One of these organizations, The Sikh Coalition, credits the Security and Rights Collaborative with shaping how the media reported on the breaking news of the August 2012 mass murder at a Sikh temple in Oak Creek, Wisconsin. The shooter, reportedly a white supremacist, killed six people and wounded four others. Immediately following the incident, Sikh Coalition co-founder Amardeep Singh was on the phone with ReThink Media, developing and issuing a press release. “By the next day, the other members of the collaborative were receiving messages that we could all use in addressing this issue across the sector,” said Singh. “We were on CNN and other national outlets, helping to address the message and constantly issuing press releases. As a result, we helped to shape the government’s response. By that Friday, the Attorney General had declared the incident a hate crime. I don’t know what we would have done without the hub.”

The collaborative has also helped shape news events by planning ahead for news stories. In December of 2010, Peter King, chairman of the House Committee on Homeland Security, announced a series of congressional hearings, scheduled for March of 2011, to probe the “radicalization of the American Muslim community.” The hearings posed multiple threats to the community, including inflaming hatred and bias against Muslims. Over ten weeks, ReThink Media and the collaborative held weekly conference calls to develop messaging and implement a strategic communications plan that included an op-ed strategy and a Capitol Hill strategy, placing spokespeople and compiling quotes from expert witnesses. The result, according to the Proteus Fund research, was that the collaborative’s position dominated the op-ed and editorial coverage at the top thirty national and regional newspapers in the country, with 70 percent of op-eds opposing King, and the most influential papers—the New York Times, the Washington Post, USA TODAY and the Los Angeles Times—all editorializing in favor of the collaborative’s position.

Kathryn Casa, director of communications at ACCESS, a national Arab American human services organization, sees a direct link between the collaborative’s efforts and her own organization’s ability to influence public discourse. “We often use media clips to help us in our own blogs and social media postings,” said Casa. “The trainings have been very useful for us to increase our own capacity and allow us to earn more media. We were able to utilize talking points around the Peter King hearings to help us in our messaging.”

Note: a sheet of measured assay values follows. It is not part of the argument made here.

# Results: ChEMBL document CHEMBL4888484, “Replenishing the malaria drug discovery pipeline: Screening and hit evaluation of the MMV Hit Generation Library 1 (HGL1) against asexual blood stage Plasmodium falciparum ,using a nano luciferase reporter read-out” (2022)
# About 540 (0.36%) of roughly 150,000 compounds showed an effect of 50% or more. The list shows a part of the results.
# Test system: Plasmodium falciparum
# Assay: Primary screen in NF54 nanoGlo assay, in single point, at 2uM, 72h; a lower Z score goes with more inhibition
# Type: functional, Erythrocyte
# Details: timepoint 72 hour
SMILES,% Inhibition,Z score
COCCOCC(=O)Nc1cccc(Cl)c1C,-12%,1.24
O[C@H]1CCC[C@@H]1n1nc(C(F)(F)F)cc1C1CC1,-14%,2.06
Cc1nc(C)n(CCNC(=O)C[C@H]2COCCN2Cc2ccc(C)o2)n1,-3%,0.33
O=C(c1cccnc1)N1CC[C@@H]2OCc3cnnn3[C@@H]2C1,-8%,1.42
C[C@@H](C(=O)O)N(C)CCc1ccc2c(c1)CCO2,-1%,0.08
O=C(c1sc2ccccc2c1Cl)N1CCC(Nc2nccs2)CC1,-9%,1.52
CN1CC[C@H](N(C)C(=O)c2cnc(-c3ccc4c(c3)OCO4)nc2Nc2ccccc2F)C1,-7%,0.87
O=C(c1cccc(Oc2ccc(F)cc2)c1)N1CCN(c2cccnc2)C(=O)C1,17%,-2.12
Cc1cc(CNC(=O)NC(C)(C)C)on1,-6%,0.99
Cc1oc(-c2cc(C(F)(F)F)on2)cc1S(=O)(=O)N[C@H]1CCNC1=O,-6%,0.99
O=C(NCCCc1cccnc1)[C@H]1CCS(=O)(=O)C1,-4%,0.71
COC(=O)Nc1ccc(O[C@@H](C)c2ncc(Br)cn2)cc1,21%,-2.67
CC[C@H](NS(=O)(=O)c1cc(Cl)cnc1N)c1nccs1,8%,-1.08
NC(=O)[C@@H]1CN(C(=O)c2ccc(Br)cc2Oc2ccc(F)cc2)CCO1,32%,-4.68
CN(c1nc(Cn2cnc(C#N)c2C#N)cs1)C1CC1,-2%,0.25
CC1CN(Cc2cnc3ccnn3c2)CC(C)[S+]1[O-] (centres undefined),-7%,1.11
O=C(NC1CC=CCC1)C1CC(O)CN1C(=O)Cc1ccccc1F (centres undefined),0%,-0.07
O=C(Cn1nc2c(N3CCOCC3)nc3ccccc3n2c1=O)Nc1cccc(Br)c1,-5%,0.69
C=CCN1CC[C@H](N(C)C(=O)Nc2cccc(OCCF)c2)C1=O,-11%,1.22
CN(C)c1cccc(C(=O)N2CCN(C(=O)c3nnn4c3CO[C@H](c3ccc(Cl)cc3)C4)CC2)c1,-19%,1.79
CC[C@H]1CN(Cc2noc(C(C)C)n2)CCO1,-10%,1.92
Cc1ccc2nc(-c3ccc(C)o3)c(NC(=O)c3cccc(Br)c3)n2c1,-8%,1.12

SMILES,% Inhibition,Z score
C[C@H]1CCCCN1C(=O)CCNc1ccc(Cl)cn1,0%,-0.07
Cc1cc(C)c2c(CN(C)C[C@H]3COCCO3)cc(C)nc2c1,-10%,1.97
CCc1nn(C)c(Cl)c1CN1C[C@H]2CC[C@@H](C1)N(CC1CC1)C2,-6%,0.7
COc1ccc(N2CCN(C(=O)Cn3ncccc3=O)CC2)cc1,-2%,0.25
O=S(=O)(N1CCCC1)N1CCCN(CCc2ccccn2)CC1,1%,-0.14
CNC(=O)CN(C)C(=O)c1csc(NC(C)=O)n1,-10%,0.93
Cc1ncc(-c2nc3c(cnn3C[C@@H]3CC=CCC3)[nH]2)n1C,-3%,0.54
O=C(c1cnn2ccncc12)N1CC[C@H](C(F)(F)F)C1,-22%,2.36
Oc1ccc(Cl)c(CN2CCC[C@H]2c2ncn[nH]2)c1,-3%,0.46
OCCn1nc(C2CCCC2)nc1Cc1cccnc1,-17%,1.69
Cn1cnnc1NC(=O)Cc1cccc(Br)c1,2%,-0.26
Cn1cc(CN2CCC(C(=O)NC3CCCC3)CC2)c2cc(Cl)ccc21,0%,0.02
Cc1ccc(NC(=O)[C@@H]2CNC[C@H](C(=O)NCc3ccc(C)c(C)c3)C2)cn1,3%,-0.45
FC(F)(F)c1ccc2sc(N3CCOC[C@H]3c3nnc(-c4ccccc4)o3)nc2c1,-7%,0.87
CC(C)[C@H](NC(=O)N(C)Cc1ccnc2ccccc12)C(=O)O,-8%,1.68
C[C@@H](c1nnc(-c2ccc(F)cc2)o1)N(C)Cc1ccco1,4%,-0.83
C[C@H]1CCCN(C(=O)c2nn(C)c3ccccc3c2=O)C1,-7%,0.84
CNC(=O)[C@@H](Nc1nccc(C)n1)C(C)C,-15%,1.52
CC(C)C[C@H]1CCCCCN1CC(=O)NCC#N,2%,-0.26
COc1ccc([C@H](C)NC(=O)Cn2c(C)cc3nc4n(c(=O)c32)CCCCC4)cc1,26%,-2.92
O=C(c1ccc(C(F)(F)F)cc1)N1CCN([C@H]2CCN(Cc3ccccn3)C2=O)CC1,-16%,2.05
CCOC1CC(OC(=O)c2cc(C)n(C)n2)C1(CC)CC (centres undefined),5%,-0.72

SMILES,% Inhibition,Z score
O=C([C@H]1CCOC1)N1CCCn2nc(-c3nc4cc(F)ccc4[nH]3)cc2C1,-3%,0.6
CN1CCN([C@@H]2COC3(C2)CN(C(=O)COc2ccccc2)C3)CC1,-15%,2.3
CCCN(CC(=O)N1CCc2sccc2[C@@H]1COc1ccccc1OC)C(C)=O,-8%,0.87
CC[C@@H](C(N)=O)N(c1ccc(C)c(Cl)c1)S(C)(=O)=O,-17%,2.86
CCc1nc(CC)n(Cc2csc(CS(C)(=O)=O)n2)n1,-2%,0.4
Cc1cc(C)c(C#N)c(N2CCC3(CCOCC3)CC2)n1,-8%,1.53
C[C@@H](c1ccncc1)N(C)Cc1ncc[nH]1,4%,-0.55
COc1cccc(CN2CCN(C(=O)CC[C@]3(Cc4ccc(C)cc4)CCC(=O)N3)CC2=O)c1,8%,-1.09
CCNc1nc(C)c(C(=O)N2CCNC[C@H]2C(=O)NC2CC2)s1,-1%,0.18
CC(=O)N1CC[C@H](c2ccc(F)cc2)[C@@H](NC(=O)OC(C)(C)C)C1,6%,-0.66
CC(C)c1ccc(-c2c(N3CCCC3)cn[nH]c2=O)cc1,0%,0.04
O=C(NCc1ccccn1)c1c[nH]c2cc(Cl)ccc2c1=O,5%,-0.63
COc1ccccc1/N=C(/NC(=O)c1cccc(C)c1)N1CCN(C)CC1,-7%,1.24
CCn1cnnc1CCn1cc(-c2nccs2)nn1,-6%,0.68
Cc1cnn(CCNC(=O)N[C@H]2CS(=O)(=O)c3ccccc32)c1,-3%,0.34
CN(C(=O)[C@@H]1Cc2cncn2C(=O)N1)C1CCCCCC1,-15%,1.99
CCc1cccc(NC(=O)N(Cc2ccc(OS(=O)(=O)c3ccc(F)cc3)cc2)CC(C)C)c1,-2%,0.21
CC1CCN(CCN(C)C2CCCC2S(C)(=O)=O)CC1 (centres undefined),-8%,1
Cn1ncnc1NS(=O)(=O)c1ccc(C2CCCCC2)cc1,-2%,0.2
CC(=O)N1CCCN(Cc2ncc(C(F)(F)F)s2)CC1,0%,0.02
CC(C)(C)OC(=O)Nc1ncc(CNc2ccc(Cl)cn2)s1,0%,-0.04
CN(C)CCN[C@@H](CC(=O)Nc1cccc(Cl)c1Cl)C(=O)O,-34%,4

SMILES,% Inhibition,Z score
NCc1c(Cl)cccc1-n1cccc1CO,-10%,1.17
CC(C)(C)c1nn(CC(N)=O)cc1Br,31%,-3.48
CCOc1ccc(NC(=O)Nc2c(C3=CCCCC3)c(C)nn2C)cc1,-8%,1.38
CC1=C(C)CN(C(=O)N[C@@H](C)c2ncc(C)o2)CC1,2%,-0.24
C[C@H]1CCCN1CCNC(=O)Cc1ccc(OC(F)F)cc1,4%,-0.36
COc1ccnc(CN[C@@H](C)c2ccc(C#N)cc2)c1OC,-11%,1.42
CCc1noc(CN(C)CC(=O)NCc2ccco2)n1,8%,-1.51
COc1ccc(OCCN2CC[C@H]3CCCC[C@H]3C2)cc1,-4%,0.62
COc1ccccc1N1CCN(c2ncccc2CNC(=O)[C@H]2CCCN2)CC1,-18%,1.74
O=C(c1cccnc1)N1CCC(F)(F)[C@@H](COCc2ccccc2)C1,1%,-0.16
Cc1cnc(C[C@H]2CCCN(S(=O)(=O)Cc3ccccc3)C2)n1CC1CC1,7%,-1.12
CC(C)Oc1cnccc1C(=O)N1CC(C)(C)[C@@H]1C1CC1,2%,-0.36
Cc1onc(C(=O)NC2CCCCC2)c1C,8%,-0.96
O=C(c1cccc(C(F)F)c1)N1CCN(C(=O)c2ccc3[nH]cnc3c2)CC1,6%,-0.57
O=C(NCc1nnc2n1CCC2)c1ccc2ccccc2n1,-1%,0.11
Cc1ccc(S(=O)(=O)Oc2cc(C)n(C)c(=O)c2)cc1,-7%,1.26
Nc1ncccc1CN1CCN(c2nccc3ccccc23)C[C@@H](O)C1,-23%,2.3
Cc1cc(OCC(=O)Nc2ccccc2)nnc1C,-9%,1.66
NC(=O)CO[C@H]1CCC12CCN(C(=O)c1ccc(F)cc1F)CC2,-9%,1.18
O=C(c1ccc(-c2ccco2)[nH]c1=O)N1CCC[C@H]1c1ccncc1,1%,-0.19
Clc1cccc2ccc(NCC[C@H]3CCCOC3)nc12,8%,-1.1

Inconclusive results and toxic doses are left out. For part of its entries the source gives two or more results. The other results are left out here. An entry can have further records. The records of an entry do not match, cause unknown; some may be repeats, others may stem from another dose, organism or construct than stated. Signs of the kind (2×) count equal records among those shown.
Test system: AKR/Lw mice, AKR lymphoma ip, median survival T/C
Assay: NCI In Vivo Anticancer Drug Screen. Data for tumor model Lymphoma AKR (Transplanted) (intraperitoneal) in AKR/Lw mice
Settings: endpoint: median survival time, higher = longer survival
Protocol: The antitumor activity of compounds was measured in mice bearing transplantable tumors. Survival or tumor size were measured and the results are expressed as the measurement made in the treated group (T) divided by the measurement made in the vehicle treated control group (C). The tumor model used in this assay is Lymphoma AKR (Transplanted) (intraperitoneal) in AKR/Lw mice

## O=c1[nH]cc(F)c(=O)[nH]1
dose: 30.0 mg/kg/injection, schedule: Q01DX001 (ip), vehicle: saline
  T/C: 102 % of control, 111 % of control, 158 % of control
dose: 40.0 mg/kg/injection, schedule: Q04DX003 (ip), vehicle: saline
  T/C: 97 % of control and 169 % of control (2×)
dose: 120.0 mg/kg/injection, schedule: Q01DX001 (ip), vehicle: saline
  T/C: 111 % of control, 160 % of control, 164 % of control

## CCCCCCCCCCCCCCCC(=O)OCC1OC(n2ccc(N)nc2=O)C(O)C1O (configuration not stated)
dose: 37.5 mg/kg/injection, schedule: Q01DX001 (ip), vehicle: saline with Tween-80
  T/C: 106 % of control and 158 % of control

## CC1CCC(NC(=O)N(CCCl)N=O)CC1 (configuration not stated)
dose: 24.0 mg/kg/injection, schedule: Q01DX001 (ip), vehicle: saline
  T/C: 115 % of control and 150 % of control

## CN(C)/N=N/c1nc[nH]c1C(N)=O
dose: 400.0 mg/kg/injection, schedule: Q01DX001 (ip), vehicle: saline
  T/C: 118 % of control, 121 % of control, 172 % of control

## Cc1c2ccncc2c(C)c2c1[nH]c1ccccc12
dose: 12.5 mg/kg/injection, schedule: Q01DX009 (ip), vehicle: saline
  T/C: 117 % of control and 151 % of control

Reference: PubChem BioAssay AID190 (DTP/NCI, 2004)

Casa credits the collaborative’s capacity-building work with making the resources usable. “Without having capacity to bring on a part-time communications staff person, we wouldn’t have enhanced our communications work despite additional training, talking points, media lists, social media activity, etc.,” she said. “Not only has this resource enabled us to react more efficiently and quickly, we can now plan better so that we’re not always reacting. It was more forward looking, instead of reacting to the slings and arrows of the last decade, and it has enhanced our ability to be leaders.”

Nadia Tonova, the director of the National Network for Arab American Communities, a program of ACCESS, also points to increased engagement with other members as a positive outcome of the collaborative. “There’s more coordination among the field. I know that other folks have been able to improve their communications capacity,” she said. “It has helped all of us move forward at the same time to be on the same page with our work. It makes us stronger advocates.”



  1. The Security and Rights Collaborative, Building a Field-Wide Communications Hub: Lessons Learned, http://www.proteusfund.org/src/reports.


John Hoffffman, MBA, has more than fifteen years of experience in marketing and development within the nonprofit and technology sectors.